As part of his swing through Michigan on Tuesday, Mitt Romney and his wife, Ann, did several sit-down interviews with local television stations. And, as usually is the case in the Wolverine State, the governor was pressed to explain his sometimes-tortured position on the bailout of the automobile industry.
"My policy had the same objective as the people in Detroit: I wanted to see the auto industry thrive and grow, and felt it needed a managed bankruptcy to be able to do so. It took the president a little longer to come around to that way of thinking," Romney told WOOD TV8, according to a portion of the interview the network previewed. "He ultimately took the auto industry through bankruptcy. They went through that process. And now, with support they have received from government and the American people, they have come back strong. That's a good thing. I would have done it faster than he did and saved us about $20 billion."
This isn't radically new terrain for Romney. He's insisted throughout the 2012 campaign that the government never needed to bail out the auto companies, just shuttle them quickly through managed bankruptcy. But the argument ignores the role that government funds played in keeping those companies intact so they could make it to the managed bankruptcy process. And Romney certainly glossed over (once again) the fact that the Bush administration also participated in the bailout.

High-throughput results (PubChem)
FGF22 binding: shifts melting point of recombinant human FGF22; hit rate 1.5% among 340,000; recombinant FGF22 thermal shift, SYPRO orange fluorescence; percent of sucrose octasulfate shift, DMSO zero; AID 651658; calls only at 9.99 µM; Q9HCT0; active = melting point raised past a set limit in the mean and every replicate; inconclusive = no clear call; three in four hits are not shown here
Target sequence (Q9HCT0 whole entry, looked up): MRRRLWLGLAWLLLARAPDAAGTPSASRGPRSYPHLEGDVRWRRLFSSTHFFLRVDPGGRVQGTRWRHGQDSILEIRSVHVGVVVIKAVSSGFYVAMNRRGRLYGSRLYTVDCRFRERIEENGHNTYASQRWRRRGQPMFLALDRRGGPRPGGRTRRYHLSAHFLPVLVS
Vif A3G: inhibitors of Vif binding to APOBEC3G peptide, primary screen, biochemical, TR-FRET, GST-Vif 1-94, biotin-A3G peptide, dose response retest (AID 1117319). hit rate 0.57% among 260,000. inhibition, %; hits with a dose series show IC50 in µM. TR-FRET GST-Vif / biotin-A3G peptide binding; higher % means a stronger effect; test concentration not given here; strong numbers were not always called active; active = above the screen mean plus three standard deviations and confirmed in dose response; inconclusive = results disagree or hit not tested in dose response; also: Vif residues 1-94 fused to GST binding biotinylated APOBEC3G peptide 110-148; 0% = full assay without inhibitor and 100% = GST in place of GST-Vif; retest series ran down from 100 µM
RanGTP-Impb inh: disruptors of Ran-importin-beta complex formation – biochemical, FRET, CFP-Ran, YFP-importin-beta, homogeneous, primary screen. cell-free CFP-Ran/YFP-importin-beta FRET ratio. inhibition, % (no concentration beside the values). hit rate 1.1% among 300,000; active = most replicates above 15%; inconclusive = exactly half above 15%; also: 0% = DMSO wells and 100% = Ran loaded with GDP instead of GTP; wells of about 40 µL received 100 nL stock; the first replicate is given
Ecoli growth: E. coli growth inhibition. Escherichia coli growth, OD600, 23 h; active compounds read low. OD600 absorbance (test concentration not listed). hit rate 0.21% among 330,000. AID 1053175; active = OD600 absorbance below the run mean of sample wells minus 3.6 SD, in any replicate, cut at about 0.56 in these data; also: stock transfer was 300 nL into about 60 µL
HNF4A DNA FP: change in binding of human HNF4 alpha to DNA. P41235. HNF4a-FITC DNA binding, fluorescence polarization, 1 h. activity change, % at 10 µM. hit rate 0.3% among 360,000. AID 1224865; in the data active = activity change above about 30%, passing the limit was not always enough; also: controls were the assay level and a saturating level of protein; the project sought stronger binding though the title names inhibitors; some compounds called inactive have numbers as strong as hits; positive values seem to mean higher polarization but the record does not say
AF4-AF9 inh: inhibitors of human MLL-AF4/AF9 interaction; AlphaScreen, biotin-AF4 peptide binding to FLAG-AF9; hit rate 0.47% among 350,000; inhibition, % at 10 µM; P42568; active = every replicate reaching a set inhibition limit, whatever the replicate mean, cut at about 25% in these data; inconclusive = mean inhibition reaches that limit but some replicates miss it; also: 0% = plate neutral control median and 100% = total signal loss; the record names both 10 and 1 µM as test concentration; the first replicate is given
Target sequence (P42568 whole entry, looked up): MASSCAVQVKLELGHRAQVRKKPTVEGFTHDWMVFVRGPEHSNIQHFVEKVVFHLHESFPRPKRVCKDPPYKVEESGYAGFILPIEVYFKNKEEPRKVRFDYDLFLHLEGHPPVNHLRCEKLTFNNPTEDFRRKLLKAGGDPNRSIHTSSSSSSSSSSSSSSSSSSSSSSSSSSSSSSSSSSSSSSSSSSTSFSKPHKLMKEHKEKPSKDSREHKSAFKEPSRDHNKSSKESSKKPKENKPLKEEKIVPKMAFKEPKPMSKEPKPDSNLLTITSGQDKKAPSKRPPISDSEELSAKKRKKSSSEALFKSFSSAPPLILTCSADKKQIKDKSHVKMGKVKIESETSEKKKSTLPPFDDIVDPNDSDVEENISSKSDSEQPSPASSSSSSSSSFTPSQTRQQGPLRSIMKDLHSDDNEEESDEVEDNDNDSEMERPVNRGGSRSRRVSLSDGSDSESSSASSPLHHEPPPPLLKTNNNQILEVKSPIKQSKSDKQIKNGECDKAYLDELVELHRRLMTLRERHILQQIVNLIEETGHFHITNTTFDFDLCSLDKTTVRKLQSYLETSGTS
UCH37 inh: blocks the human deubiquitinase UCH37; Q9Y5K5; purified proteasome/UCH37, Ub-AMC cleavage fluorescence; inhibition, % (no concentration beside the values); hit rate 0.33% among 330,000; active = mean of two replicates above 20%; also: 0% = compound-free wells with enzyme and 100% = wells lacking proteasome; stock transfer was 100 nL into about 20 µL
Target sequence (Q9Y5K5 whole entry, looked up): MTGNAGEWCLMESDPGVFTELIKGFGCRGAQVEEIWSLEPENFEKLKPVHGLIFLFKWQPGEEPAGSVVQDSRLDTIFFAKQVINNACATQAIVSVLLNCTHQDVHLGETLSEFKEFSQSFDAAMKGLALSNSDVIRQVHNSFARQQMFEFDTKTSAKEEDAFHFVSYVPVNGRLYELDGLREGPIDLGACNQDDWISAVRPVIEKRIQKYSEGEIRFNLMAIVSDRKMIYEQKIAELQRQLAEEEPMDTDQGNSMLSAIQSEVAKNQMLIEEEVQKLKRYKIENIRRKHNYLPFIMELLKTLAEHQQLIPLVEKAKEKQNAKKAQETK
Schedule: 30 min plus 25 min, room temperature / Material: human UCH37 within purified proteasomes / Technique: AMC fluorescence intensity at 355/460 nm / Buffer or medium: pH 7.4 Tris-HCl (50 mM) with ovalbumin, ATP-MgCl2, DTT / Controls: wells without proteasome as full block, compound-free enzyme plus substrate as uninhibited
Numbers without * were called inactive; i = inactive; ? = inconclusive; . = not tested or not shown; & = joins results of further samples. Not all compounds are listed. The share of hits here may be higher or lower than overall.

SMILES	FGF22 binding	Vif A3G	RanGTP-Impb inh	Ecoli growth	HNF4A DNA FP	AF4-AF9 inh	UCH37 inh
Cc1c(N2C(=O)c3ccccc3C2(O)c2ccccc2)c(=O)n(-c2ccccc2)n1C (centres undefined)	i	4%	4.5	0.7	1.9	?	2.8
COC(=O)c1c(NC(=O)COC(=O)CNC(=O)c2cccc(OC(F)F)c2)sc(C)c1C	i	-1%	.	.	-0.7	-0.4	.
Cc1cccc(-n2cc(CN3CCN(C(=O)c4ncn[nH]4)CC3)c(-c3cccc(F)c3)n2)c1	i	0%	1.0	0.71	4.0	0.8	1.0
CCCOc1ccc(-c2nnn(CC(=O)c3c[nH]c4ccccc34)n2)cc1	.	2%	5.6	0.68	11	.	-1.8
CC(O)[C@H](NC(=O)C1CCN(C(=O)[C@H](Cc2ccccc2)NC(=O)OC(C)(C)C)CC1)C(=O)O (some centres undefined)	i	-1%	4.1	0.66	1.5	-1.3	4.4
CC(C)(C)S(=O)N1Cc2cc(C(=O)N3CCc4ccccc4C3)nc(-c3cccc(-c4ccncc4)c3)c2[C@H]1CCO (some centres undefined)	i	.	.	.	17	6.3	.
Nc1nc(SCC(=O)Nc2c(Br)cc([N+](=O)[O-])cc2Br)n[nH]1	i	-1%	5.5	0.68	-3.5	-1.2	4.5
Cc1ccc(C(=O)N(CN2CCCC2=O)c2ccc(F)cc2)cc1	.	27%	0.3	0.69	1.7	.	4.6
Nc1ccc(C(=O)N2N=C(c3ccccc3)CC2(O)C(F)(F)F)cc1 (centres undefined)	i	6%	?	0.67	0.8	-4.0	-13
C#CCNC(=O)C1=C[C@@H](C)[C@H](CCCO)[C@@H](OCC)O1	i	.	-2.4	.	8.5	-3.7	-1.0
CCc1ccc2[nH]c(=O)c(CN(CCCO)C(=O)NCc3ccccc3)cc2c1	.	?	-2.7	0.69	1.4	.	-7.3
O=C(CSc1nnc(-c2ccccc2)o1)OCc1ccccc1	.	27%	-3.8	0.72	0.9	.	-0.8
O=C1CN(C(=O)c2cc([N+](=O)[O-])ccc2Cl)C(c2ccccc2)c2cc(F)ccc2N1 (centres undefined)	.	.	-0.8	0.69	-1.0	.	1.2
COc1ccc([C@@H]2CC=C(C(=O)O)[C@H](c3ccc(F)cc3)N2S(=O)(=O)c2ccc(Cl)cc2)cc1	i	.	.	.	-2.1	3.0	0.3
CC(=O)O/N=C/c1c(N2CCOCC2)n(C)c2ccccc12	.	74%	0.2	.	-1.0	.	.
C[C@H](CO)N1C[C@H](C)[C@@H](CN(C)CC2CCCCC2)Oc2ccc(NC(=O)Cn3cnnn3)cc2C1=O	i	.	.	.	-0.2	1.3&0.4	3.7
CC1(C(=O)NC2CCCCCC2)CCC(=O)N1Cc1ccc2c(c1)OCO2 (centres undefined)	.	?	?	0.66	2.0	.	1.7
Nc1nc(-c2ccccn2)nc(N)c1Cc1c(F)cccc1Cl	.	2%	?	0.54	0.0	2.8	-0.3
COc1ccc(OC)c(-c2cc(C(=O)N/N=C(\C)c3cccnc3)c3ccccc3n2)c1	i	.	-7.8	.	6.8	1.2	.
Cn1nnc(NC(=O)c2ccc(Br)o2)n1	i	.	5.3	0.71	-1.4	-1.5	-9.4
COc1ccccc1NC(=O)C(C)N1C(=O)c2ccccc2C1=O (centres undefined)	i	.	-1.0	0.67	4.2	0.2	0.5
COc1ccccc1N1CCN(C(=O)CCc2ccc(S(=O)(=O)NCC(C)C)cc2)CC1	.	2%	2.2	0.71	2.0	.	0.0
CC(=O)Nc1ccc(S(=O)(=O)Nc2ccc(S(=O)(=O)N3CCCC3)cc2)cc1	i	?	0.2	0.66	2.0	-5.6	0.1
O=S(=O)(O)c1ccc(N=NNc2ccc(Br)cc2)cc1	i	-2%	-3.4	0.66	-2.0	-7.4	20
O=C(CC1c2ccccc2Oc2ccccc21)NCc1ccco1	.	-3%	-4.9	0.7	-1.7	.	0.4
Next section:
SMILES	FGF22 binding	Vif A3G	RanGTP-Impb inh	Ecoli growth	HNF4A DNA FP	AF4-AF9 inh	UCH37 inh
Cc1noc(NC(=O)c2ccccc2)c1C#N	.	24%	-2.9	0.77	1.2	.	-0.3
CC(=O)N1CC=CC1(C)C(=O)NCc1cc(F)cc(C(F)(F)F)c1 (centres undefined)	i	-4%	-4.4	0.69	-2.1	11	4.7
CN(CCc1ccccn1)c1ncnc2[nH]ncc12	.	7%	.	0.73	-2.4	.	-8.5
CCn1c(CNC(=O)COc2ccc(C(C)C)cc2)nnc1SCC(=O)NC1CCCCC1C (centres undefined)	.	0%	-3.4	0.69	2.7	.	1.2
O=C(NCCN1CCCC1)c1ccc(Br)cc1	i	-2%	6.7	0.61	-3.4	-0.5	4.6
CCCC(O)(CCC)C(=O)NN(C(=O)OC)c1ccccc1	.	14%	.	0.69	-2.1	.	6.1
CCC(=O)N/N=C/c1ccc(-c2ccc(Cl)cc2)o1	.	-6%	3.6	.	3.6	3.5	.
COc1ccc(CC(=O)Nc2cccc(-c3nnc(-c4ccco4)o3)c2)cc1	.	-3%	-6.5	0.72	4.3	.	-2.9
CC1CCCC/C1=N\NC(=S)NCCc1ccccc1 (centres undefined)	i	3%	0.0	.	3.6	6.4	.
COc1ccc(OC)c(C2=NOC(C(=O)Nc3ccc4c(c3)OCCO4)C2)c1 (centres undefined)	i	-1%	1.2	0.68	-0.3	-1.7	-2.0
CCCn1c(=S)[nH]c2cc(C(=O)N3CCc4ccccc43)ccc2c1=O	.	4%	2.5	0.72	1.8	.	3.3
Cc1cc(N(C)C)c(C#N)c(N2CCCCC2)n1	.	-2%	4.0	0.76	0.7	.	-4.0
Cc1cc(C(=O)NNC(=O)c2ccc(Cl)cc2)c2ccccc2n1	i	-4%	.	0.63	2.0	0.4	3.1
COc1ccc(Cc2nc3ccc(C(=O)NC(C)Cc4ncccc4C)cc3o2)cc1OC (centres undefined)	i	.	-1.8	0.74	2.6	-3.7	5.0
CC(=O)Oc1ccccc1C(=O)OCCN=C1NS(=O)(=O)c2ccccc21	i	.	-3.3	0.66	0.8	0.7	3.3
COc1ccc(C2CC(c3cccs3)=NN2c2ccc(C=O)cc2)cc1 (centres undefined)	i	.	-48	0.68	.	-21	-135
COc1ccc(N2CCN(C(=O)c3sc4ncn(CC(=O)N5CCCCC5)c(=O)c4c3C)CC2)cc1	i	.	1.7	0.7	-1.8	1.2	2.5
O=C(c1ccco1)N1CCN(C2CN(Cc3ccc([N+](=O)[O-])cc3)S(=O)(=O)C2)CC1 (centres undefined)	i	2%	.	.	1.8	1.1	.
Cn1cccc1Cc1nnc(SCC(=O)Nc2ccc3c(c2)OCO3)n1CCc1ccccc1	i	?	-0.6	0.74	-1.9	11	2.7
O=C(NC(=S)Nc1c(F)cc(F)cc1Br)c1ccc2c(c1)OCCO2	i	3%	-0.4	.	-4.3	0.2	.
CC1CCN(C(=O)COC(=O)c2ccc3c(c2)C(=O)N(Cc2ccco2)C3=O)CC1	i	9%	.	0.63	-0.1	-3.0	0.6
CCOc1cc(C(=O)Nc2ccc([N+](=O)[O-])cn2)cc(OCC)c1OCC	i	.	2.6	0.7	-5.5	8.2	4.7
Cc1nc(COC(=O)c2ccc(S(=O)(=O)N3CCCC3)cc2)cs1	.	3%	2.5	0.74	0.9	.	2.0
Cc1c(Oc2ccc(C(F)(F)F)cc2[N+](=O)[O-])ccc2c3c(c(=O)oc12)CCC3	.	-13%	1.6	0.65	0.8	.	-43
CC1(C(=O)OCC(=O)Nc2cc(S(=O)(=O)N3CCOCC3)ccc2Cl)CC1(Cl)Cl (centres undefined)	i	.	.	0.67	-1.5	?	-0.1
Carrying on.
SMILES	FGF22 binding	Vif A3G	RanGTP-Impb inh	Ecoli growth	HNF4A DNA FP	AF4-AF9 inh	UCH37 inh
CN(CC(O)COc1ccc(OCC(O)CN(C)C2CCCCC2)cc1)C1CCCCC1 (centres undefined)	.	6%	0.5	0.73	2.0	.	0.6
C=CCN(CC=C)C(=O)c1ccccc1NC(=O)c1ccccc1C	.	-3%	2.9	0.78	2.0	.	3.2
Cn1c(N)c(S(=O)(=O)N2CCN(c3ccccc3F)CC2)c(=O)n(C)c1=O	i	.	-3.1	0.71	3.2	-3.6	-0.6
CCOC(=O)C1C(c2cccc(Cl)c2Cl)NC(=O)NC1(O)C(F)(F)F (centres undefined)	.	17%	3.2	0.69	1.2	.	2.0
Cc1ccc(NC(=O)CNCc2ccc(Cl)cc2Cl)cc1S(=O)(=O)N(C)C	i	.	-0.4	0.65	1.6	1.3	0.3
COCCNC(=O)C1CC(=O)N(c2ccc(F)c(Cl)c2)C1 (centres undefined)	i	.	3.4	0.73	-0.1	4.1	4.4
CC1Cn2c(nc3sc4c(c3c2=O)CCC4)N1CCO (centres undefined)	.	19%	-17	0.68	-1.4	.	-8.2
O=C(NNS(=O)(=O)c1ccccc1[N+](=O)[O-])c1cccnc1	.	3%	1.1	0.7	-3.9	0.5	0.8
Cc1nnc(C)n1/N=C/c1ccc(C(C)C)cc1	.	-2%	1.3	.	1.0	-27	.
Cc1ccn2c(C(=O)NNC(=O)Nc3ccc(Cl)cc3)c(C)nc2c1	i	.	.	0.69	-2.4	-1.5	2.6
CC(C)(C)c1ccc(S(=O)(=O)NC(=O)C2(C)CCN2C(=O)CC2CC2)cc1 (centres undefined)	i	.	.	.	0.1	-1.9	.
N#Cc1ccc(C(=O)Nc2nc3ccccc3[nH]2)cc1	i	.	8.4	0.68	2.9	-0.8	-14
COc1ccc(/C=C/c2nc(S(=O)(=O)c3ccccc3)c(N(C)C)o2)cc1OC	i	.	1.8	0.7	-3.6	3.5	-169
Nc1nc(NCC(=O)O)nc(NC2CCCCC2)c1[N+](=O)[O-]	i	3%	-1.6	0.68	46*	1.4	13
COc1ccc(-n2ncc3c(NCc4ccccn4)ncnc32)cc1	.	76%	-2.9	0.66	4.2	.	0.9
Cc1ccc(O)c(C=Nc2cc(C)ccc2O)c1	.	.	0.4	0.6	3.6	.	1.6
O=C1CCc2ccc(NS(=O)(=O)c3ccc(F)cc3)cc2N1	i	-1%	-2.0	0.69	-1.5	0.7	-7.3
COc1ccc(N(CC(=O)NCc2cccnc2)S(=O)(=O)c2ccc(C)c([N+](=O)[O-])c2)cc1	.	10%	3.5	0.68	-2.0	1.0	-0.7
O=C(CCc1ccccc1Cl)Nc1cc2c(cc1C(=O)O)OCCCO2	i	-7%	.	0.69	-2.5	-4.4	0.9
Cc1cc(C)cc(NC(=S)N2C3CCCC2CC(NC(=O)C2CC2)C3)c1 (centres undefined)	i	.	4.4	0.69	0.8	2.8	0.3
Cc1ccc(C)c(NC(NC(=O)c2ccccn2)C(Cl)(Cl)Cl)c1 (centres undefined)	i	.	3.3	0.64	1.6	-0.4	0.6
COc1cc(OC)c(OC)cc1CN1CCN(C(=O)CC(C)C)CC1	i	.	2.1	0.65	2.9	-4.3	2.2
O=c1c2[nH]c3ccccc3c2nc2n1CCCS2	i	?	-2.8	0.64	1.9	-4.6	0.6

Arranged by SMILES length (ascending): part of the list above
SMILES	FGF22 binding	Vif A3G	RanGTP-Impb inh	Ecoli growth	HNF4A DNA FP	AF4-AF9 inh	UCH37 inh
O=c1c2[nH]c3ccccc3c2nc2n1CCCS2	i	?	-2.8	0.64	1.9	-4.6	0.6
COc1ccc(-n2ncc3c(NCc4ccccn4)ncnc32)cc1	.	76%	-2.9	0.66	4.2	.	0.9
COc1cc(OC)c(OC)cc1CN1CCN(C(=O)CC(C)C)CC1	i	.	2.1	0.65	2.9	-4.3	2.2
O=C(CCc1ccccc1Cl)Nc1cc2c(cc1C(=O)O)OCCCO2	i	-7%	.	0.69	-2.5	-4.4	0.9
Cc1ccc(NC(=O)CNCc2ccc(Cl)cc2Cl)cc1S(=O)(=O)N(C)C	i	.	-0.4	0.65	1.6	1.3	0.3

In another portion of the WOOD interview, Romney turned again to the auto industry, this time to make the case that it could be doing better.
"I'm not going to cause the entire economy to drop into a decline because of too dramatic or too drastic a cut," he said. "But some things have to be pulled back and at the same time you've got to create incentives for small business as well as big business to start hiring again and growing again. The auto industry for instance, I want to make it good for American people to buy cars again. I want to see the domestic auto industry -- it's doing pretty well now -– I want to see it get stronger and stronger, put more people to work."
According to a February Forbes article: "Since GM and Chrysler emerged from bankruptcy in June 2009 the auto industry has added 115,000 jobs." In March, meanwhile, roughly 10 percent of the jobs added to the economy came from the auto and auto-parts sector.